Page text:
This idiotic smile he could not forgive himself. Catching sight of that smile, Dolly shuddered as though at physical pain, broke out with her characteristic heat into a flood of cruel words, and rushed out of the room. Since then she had refused to see her husband.

“It’s that idiotic simile that’s to blame for it all,” thought Stepan Arkadyevitch.

The narrator makes a general, sweeping statement about __________ in the passage.

Possible Answers:

why interpreting the meaning of one’s own dreams is difficult

why people have affairs

how one should go about apologizing after gravely offending someone else

how impossible it is to run a large household

what people do when they are discovered in a compromising situation

Correct answer:

what people do when they are discovered in a compromising situation

Explanation:

The narrator’s first line can certainly be considered a sweeping (general) statement, but it doesn’t line up with any of the available answer choices. Paragraphs two through eight detail the specifics of the Oblonskys’ situation, but at the start of paragraph nine, the author begins, “There happened to him at that instant what does happen to people when they are unexpectedly caught in something very disgraceful. He did not succeed in adapting his face to the position in which he was placed towards his wife by the discovery of his fault.” Here, the author declares that when people are discovered in compromising situations, they often make the wrong facial expression.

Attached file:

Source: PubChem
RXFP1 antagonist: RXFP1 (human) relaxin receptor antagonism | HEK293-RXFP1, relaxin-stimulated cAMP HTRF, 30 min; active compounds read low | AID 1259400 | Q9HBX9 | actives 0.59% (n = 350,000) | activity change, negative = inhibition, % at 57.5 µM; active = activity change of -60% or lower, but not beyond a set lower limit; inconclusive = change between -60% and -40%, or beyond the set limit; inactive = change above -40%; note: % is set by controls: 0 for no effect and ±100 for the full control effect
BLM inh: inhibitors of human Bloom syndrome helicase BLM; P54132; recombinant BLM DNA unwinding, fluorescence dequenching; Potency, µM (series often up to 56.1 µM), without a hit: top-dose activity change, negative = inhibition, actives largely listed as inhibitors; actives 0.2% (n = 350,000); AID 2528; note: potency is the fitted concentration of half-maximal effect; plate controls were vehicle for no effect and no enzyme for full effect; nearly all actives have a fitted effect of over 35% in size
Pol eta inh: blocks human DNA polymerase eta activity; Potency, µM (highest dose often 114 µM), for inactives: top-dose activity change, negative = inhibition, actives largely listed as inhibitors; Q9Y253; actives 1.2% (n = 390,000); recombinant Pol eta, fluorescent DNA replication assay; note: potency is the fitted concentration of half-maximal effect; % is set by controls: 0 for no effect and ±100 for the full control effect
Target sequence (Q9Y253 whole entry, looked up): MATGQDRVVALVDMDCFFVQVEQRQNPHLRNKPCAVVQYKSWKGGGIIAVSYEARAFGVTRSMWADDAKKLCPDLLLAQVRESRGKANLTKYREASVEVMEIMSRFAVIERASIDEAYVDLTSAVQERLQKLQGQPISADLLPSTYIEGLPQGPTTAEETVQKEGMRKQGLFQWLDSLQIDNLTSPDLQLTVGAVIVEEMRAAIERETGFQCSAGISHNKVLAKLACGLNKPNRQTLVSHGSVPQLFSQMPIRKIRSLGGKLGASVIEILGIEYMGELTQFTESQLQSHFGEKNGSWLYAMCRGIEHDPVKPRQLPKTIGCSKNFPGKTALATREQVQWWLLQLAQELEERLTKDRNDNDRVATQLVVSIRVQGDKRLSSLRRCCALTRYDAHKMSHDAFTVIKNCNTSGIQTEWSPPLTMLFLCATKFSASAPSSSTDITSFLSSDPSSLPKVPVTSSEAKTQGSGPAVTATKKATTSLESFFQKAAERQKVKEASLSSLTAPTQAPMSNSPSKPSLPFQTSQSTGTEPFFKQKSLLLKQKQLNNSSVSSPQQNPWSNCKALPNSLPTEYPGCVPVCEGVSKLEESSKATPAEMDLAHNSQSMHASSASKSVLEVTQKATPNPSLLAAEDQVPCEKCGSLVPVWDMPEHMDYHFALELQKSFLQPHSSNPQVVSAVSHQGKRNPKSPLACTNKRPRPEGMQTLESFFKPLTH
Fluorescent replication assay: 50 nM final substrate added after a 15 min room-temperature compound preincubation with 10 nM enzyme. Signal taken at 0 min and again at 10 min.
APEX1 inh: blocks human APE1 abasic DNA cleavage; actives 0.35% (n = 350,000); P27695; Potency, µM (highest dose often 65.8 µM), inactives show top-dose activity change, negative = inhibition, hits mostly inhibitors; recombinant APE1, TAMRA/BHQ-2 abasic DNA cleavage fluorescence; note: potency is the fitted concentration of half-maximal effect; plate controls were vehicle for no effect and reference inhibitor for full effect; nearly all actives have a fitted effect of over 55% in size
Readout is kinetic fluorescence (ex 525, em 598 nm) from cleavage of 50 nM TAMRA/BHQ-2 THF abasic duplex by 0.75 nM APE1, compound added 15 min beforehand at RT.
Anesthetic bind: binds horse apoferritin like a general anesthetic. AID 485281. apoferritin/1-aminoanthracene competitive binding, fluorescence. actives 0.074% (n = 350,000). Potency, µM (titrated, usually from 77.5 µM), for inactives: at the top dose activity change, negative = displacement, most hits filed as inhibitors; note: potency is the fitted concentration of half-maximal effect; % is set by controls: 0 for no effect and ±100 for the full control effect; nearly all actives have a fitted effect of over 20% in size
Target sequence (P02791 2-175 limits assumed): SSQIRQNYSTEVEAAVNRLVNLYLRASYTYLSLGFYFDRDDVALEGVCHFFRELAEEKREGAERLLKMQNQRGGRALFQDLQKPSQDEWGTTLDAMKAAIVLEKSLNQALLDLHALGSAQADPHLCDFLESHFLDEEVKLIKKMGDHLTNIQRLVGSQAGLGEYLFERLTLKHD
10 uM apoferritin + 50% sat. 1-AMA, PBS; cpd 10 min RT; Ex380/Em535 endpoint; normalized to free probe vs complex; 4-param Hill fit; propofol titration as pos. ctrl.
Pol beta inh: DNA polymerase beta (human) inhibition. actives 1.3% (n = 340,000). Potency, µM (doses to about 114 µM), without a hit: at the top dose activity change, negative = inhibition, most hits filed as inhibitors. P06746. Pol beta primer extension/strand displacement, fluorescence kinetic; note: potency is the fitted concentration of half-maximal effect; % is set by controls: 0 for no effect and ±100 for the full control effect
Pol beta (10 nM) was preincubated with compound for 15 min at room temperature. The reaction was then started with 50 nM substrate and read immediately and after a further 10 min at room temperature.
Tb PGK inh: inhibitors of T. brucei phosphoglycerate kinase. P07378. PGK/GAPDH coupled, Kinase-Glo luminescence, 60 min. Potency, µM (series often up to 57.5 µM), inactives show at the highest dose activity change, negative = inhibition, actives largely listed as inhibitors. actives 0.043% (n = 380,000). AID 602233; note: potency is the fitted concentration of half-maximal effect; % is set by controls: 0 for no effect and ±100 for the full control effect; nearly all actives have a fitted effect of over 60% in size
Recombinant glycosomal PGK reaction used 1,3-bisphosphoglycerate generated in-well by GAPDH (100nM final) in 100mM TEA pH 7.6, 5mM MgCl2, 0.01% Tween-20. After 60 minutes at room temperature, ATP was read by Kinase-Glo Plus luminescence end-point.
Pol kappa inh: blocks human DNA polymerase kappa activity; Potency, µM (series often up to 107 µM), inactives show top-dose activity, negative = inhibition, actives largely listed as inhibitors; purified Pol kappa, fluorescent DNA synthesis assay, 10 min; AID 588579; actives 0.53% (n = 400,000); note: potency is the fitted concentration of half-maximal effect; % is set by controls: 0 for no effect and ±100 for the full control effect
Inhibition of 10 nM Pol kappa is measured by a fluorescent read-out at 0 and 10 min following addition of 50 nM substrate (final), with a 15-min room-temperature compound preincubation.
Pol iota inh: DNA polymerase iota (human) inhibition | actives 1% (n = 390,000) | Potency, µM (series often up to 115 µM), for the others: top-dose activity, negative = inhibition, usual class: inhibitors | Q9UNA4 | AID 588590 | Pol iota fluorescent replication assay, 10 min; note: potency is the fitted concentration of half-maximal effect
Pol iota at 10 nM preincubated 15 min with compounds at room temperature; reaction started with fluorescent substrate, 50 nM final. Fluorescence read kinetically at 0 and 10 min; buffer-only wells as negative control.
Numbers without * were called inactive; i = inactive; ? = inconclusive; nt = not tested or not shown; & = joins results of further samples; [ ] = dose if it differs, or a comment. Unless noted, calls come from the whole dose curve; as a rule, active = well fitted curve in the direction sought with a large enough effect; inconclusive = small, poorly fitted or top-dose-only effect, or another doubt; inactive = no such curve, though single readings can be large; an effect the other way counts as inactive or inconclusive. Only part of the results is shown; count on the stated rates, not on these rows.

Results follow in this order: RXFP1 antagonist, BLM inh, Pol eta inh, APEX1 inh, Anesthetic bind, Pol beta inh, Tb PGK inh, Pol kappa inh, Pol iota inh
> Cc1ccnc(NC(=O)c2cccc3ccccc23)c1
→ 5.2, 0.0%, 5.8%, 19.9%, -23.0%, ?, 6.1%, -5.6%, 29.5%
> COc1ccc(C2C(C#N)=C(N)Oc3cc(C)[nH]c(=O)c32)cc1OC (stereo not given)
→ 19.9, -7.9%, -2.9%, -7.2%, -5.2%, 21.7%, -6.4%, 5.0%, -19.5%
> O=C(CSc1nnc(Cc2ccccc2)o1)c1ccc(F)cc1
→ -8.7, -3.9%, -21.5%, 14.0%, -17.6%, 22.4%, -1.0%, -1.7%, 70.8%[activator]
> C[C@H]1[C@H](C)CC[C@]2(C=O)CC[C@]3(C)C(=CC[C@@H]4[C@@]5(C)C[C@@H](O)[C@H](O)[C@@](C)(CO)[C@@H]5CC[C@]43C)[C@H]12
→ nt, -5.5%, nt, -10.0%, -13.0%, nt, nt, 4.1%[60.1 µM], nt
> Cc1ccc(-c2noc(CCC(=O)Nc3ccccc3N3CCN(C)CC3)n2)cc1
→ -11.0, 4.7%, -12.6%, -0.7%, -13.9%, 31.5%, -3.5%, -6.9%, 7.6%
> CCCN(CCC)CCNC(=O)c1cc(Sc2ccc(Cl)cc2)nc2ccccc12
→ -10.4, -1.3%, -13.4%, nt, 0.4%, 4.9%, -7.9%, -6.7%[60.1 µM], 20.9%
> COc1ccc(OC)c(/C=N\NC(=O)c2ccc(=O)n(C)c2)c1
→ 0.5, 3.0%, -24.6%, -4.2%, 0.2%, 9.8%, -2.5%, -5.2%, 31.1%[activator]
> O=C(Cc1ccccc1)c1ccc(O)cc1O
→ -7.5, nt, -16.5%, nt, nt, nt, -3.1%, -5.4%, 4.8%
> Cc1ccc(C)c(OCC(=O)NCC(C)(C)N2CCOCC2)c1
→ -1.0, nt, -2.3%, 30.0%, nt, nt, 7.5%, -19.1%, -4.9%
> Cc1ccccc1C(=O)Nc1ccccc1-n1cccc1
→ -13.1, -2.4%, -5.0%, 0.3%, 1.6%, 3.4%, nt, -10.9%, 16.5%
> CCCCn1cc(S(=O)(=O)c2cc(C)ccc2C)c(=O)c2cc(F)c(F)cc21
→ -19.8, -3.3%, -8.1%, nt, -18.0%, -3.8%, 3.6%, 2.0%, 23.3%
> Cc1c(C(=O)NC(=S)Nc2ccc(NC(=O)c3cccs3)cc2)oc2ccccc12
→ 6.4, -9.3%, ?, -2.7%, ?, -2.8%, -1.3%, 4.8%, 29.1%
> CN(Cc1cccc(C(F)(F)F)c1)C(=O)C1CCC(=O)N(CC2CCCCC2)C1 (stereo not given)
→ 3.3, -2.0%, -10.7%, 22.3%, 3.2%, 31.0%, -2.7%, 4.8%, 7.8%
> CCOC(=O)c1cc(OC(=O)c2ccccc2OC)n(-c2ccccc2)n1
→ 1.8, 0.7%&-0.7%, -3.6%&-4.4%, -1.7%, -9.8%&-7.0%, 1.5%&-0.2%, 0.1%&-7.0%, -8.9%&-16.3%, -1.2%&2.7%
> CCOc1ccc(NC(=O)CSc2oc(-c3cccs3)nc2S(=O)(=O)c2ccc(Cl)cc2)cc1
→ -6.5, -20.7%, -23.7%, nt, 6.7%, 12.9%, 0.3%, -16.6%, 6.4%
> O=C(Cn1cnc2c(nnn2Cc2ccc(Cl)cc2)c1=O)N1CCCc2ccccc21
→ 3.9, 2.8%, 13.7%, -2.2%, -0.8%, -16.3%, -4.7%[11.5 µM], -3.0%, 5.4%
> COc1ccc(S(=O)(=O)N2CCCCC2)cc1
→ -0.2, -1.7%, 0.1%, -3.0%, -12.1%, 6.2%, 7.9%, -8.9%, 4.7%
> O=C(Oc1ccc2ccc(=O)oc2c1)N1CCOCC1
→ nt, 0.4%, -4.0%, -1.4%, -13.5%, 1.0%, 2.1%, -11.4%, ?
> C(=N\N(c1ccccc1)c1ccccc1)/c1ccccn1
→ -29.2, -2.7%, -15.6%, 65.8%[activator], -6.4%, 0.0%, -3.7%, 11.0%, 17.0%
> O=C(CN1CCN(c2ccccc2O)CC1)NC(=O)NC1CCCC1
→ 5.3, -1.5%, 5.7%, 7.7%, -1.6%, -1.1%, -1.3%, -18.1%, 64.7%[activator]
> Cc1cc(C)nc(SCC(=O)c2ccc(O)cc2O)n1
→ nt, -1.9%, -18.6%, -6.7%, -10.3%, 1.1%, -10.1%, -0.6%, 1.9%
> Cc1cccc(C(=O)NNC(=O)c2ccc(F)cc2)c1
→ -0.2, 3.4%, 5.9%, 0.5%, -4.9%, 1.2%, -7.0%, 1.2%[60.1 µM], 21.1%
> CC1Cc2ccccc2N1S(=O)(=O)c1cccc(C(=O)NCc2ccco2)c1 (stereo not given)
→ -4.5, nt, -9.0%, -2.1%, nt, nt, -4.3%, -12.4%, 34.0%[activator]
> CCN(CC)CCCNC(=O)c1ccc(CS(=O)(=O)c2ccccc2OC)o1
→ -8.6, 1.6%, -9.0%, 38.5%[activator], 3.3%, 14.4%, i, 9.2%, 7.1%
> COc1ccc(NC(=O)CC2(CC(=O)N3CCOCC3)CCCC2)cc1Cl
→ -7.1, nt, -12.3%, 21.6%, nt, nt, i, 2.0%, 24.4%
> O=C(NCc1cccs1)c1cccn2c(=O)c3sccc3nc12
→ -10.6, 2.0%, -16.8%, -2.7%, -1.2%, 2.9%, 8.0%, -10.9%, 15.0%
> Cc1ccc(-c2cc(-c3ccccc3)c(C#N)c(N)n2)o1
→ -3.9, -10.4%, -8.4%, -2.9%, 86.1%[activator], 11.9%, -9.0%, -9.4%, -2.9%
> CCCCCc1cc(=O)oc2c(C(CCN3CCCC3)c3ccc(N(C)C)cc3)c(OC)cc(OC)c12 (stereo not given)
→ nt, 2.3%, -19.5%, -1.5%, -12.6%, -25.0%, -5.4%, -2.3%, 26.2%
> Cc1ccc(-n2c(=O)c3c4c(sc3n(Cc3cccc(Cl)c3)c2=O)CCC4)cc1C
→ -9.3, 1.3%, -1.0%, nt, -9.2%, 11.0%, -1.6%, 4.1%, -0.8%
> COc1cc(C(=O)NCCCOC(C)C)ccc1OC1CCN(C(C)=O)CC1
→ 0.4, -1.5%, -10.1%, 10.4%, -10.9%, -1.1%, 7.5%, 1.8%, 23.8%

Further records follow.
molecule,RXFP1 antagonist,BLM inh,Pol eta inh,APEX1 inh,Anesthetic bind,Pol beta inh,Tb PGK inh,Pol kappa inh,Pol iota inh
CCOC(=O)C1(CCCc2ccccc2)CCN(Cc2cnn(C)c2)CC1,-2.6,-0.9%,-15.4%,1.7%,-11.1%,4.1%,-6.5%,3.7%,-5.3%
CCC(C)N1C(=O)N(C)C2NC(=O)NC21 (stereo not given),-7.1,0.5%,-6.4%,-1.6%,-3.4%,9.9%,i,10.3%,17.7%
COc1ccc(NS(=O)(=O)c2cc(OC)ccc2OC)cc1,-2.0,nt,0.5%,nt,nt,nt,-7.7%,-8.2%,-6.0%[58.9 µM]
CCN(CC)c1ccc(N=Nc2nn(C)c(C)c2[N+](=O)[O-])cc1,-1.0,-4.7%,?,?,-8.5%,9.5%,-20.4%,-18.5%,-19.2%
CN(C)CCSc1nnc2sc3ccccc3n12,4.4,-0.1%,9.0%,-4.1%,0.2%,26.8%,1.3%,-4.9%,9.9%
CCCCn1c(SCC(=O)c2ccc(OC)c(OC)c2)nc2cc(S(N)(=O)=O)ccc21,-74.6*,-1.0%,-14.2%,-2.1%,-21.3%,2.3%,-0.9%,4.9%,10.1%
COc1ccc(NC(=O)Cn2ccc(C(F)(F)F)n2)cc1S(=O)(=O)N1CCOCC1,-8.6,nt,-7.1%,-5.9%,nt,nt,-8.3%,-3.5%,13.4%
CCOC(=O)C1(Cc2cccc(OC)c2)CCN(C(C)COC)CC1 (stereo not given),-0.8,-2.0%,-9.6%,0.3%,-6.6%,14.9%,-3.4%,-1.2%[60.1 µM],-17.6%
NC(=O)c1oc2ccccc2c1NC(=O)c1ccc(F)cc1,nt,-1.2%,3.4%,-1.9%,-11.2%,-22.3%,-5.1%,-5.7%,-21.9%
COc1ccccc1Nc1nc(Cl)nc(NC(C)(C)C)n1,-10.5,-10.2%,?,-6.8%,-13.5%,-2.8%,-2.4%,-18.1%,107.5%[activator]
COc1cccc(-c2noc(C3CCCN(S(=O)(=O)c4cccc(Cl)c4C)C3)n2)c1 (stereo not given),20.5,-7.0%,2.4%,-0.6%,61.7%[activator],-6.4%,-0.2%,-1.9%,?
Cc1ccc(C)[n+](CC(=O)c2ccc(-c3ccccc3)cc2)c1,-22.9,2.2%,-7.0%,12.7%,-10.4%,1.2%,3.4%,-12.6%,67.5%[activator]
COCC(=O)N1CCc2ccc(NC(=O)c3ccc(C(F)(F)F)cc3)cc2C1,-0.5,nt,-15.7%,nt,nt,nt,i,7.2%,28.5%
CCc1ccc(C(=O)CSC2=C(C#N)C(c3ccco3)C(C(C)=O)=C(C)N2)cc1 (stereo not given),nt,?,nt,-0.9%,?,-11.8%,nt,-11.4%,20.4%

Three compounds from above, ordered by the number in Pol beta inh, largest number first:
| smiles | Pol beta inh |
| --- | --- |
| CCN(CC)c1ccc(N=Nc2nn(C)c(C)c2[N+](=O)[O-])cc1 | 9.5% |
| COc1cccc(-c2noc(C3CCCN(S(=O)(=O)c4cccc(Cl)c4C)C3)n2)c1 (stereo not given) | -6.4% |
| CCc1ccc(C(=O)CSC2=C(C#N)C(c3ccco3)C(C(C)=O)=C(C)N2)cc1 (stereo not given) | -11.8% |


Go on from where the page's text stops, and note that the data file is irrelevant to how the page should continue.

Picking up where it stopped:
Example Question #80 : Passage Meaning And Construction

Adapted from “The Rise of Pancho Villa” in Insurgent Mexico by John Reed (1913)

The roar began at the back of the crowd and swept like fire in heavy growing crescendo until it seemed to toss thousands of hats above their heads. The band in the courtyard struck up the Mexican national air, and Villa came walking down the street.

He was dressed in an old plain khaki uniform, with several buttons lacking. He hadn't recently shaved, wore no hat, and his hair had not been brushed. He walked a little pigeon-toed, humped over, with his hands in his trousers pockets. As he entered the aisle between the rigid lines of soldiers he seemed slightly embarrassed, and grinned and nodded to a friend here and there in the ranks. At the foot of the grand staircase, Governor Chao and Secretary of State Terrazzas joined him in full-dress uniform. The band threw off all restraint, and, as Villa entered the audience chamber, at a signal from someone in the balcony of the palace, the great throng in the Plaza de Armas uncovered, and all the brilliant crowd of officers in the room saluted stiffly. It was Napoleonic!

Villa hesitated for a minute, pulling his mustache and looking very uncomfortable, finally gravitated toward the throne, which he tested by shaking the arms, and then sat down, with the Governor on his right and the Secretary of State on his left.